Academic journal article Academy of Entrepreneurship Journal

A Socioemotional Wealth Perspective in Small Family Firms

Academic journal article Academy of Entrepreneurship Journal

A Socioemotional Wealth Perspective in Small Family Firms

Article excerpt

INTRODUCTION

Socioemotional wealth is a fairly new concept utilized in family business research and is proposed to be a key means of distinguishing family firms from other businesses (Gomez-Mejia, Haynes, Nunez-Nickel, Jacobson, and Moyano-Fuentes, 2007). The socioemotional wealth (SEW) concept acknowledges the non-financial aspects that enter into the management decision processes within family businesses. This research expands the SEW links with family business by focusing on micro and small family businesses. Our research proposes that the inclusion of socioemotional wealth (SEW) is vital in examining family businesses and especially those businesses of a micro or small-size. Real world examples are utilized to illustrate the influence of the SEW dimensions and how this influence is stronger for the micro-sized firm compared to large family businesses.

Family business research has been housed within several areas including entrepreneurship, general management and family business specific journals. The vast majority of published work in family business research utilizes publicly traded corporations and large data sets. A review of the family business literature found that the most researched area was corporate governance concerns within family businesses (Debicki, Matherne, Kellermanns & Chrisman, 2009). The work on corporate governance would exclude micro and small-sized firms. Other popular areas dealt with corporate strategy and management decisions based on the resourced based view; both of these topics are consistent with analysis of large-sized family firms. Debicki et al. (2009) noted the scarcity of research into non-economic goals of the family firms as a research gap. The analysis of SEW is consistent with addressing this gap in the literature. Other work that has analyzed family business research also found that corporate governance was the main focus on scholarly work and other significant family business research areas were: defining the field; competitive advantages; leadership and management; and succession (Xi, Kraus, Filser & Kellermanns, 2013). The authors specifically state "the advancement of SEW research and the need for taking a micro perspective into account have been identified as offering vast potential for future research." (Xi et al, 2013, pg. 128).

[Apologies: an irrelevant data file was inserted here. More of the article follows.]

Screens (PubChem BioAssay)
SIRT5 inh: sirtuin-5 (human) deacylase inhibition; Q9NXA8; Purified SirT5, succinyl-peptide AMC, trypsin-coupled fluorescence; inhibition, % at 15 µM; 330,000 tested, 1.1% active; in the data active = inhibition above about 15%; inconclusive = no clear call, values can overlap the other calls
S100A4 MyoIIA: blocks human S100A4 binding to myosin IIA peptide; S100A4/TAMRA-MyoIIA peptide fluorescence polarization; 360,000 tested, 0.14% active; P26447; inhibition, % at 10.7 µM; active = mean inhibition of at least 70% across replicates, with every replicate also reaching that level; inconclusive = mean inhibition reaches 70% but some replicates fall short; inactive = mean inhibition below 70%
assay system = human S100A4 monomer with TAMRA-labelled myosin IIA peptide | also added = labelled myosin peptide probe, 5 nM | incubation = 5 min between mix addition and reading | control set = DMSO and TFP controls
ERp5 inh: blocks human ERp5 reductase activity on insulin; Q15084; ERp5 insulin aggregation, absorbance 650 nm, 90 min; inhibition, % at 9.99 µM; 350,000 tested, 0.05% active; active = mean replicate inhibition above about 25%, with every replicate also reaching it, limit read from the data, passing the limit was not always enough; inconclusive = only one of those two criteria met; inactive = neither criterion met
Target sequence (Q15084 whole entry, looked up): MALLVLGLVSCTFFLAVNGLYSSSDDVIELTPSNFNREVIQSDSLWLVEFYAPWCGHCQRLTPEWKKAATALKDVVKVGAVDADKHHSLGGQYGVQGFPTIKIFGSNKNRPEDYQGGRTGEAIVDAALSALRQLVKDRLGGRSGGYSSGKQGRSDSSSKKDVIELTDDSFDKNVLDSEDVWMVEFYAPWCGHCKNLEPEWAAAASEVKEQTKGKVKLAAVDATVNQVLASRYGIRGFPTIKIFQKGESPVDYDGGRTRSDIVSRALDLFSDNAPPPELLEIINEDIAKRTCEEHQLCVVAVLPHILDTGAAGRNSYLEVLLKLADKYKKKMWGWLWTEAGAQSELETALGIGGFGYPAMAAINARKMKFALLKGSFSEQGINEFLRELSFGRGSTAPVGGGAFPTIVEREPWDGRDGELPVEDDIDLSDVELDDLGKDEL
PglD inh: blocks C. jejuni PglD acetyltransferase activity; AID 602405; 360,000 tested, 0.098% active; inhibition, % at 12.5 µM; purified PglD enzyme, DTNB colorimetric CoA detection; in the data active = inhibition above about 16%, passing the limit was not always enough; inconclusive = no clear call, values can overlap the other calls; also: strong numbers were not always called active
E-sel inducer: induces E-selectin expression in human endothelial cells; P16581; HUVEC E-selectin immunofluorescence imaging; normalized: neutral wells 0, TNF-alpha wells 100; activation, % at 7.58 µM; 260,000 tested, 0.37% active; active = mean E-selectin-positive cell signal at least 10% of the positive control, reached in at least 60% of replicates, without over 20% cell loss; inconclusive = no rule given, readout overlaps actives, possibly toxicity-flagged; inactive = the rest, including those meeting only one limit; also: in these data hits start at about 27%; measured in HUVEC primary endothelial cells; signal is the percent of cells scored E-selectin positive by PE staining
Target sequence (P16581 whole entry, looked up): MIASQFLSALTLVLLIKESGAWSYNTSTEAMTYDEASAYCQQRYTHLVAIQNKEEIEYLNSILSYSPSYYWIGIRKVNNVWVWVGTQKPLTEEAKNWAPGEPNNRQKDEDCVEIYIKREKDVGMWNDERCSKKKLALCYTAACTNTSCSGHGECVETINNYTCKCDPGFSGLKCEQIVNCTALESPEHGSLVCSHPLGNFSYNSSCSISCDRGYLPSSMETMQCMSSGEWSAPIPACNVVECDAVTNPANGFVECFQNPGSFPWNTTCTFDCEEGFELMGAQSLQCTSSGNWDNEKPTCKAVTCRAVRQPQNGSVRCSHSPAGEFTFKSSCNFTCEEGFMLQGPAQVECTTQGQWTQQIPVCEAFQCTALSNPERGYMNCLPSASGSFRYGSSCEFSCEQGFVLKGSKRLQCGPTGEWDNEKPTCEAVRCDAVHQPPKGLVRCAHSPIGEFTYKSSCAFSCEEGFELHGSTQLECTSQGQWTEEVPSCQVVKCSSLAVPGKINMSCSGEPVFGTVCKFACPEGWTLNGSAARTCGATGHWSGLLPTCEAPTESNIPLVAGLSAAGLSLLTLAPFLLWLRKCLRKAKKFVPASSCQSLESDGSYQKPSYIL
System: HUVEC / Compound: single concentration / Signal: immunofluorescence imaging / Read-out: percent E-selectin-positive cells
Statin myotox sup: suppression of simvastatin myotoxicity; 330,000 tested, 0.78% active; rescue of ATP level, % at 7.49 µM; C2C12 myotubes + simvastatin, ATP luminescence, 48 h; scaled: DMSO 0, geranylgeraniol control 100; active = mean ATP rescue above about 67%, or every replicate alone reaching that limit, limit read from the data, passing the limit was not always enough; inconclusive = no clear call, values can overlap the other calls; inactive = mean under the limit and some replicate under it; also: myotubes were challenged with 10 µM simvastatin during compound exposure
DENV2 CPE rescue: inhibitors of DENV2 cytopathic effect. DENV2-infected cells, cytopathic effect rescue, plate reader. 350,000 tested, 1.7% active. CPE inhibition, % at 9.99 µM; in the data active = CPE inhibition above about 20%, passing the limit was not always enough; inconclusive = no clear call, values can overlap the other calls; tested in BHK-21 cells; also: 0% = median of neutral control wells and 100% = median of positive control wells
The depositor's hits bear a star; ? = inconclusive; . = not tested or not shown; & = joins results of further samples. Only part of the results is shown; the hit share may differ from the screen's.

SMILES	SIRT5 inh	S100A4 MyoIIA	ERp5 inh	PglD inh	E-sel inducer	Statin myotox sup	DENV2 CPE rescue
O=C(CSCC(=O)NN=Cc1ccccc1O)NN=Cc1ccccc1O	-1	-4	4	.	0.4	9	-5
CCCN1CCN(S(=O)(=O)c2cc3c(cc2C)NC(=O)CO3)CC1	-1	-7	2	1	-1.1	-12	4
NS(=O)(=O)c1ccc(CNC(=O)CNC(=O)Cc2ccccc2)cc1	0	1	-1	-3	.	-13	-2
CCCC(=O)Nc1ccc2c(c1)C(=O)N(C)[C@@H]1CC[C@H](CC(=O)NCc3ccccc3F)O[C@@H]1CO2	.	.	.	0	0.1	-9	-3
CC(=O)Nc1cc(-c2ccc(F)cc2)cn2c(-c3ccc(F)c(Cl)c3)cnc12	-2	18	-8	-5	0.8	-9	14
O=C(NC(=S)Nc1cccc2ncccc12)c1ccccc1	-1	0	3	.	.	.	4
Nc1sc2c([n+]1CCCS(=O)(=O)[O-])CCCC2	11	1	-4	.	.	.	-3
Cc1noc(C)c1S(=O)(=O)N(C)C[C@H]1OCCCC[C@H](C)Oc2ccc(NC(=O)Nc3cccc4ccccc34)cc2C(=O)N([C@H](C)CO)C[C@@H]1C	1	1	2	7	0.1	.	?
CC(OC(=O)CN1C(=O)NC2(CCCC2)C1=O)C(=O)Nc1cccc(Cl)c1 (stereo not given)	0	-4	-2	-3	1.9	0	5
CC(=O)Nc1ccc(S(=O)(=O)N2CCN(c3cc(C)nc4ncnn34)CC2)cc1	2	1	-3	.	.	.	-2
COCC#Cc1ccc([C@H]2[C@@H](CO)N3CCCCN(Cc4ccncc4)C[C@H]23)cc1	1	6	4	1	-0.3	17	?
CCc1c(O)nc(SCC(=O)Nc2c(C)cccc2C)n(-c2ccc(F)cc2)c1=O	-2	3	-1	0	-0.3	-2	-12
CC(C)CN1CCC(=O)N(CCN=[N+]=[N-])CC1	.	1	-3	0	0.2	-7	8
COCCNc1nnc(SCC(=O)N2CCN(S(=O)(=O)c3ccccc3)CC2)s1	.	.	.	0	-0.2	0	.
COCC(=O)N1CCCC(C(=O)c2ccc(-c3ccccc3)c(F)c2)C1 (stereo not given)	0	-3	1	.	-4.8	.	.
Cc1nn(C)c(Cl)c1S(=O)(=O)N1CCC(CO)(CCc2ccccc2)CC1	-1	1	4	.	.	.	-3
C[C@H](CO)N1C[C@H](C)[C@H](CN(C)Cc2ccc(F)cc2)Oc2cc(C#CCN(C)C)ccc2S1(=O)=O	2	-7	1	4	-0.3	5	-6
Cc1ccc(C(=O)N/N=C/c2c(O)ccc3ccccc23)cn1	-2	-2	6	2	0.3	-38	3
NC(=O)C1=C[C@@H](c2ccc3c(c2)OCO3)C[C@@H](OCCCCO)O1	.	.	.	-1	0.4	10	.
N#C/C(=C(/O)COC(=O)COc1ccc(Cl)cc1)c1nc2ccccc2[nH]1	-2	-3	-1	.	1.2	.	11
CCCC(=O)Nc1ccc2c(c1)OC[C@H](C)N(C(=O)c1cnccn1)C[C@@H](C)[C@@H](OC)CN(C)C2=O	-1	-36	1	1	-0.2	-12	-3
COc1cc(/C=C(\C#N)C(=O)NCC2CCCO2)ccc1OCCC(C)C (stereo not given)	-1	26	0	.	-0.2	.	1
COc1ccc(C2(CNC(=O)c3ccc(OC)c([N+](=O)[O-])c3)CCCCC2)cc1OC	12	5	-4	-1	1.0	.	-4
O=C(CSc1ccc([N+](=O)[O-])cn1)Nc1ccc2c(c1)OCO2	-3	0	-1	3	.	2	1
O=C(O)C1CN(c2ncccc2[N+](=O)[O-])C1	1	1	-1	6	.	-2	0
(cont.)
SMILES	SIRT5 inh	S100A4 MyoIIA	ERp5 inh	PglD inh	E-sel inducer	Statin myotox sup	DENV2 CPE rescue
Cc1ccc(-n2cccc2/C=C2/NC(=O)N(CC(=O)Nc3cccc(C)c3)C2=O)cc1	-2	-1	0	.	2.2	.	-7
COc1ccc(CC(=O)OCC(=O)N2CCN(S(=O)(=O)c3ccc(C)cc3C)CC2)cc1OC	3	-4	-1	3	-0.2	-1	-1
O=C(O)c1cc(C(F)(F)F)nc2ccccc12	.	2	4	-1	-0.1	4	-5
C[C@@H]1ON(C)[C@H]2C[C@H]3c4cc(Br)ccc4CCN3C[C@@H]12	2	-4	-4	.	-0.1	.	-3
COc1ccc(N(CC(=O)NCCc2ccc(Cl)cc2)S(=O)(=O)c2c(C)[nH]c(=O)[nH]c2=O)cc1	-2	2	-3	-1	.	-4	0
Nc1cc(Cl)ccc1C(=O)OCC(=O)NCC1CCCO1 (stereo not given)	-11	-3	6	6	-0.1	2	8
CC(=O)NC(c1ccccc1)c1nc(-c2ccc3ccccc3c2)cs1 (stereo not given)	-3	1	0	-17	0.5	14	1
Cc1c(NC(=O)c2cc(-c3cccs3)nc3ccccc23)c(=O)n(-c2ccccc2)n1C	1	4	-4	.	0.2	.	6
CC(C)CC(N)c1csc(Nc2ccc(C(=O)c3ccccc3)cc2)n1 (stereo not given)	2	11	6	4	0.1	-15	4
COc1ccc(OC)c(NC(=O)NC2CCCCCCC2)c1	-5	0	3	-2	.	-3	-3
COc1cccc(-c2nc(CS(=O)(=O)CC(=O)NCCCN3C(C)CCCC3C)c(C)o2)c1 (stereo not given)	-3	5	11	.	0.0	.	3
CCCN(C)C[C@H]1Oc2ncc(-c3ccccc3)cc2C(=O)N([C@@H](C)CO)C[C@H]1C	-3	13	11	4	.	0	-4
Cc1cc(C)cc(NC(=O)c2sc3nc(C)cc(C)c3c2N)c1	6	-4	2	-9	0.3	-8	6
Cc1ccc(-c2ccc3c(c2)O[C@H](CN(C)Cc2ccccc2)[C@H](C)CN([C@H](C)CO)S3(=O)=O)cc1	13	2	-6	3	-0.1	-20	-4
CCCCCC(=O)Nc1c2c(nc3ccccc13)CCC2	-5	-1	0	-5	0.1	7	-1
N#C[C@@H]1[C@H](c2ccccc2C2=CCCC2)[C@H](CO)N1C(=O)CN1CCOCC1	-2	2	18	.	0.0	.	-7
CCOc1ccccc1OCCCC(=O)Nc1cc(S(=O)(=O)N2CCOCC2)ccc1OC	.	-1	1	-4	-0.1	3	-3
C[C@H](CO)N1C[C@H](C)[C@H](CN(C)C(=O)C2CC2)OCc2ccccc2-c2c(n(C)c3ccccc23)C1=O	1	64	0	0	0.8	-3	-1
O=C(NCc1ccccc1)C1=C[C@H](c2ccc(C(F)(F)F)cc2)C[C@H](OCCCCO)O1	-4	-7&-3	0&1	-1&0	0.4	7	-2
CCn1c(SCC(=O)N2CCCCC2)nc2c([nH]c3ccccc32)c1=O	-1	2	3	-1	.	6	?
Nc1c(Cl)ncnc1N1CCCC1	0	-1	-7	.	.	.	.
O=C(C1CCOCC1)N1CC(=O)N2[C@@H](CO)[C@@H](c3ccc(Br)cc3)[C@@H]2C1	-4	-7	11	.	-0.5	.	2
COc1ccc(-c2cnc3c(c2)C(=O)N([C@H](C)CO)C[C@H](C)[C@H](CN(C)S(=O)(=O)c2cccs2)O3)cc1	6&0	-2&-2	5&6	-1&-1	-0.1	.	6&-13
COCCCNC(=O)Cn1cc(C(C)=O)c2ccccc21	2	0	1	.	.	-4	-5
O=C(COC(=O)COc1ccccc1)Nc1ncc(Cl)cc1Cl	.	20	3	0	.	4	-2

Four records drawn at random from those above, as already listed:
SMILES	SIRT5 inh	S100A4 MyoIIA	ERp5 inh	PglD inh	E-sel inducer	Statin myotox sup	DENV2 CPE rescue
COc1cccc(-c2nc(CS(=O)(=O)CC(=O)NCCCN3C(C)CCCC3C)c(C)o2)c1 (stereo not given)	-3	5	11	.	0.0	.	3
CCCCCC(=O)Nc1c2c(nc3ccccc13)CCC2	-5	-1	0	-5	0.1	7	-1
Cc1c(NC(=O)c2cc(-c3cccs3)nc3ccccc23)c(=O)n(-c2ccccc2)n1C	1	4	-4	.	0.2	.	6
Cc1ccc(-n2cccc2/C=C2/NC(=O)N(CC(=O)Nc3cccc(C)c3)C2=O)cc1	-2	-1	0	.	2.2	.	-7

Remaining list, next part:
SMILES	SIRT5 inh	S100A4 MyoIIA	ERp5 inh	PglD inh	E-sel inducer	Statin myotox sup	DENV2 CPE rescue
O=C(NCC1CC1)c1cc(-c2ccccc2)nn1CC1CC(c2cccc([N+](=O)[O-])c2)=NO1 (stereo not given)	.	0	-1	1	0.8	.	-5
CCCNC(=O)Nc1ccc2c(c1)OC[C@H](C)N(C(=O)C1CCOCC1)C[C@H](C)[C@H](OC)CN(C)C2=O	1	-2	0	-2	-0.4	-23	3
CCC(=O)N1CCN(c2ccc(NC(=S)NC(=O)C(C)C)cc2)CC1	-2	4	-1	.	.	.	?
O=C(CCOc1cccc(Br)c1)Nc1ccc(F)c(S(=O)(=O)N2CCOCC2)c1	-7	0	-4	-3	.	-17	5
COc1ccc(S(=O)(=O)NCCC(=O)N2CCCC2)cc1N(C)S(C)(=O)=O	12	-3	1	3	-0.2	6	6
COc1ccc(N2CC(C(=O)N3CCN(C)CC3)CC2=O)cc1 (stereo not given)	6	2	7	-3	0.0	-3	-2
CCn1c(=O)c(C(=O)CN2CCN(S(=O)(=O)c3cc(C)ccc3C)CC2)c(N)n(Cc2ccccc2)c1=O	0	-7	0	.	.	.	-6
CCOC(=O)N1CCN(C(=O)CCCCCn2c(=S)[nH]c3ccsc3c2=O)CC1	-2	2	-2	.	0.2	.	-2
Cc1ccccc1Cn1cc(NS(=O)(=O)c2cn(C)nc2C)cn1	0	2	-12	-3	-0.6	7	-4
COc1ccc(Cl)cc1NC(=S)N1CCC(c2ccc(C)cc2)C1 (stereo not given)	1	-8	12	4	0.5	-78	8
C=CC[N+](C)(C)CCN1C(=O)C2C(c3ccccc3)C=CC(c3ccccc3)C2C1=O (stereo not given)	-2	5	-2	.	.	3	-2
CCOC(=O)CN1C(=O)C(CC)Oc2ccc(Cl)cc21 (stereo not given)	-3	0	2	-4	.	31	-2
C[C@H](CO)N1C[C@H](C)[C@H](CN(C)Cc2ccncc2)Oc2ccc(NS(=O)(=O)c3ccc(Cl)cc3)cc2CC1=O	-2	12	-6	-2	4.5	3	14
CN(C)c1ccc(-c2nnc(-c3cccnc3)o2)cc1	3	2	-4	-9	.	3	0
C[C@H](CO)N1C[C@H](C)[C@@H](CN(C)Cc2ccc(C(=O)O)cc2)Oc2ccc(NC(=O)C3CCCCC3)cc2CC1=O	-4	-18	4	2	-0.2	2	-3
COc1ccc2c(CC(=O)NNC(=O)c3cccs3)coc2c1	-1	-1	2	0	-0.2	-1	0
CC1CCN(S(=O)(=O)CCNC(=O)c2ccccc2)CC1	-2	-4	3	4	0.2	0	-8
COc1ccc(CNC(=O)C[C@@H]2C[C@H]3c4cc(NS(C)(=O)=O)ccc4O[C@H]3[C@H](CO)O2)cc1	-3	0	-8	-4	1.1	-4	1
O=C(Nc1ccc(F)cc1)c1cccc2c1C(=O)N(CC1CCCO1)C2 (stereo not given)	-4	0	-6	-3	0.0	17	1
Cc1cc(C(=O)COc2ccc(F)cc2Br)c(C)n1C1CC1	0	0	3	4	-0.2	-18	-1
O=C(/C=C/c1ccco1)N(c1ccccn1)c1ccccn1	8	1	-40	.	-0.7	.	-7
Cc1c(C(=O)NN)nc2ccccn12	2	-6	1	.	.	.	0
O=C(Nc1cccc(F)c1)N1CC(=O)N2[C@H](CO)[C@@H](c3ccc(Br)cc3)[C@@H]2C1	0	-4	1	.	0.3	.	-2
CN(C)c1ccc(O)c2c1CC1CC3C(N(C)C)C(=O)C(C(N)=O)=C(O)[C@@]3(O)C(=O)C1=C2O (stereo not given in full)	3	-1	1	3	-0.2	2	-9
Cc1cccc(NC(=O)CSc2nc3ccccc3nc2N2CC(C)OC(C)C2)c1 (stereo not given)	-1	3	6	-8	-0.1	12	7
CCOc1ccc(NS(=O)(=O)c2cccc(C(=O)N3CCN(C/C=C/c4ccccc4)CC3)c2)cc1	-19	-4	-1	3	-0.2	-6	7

The examination of small and micro-sized family businesses is inadequately addressed in academic management journals. The pursuit of statistical rigor needed to publish in peer-reviewed journals has resulted in a shift towards research on large, publicly traded companies, and has resulted in an inadequate examination of small and micro-sized businesses. The validity and robustness is often questioned for self-report data from micro or small-sized private companies. There seems to be a tendency to apply the findings to all businesses even though significant differences exist between the research sample and many businesses. In addition, the existing research is mainly from private firms outside of the U.S., where is it more common for large companies to be family owned and privately held. The volume and economic impact of the small and micro-sized family firms within the U.S., however, make it an important category of business and one that is underserved by the research community. Interestingly, it has been proposed that small to micro-sized businesses account for well over 90% of all firms in developed countries, such as the US and EU (Schaper, 2006). Micro to small-sized businesses have little in common with the large family firms such as Ford Motor Company. In this research article, we examine micro-sized family firms and demonstrate the importance of the SEW concept for research into these types of family firms.

For this research, we suggest that micro-sized family firms demonstrate far higher levels of influence for the SEW dimensions and that the dimensions of identity and emotional attachment play a major role in the business management processes of the family firm. …

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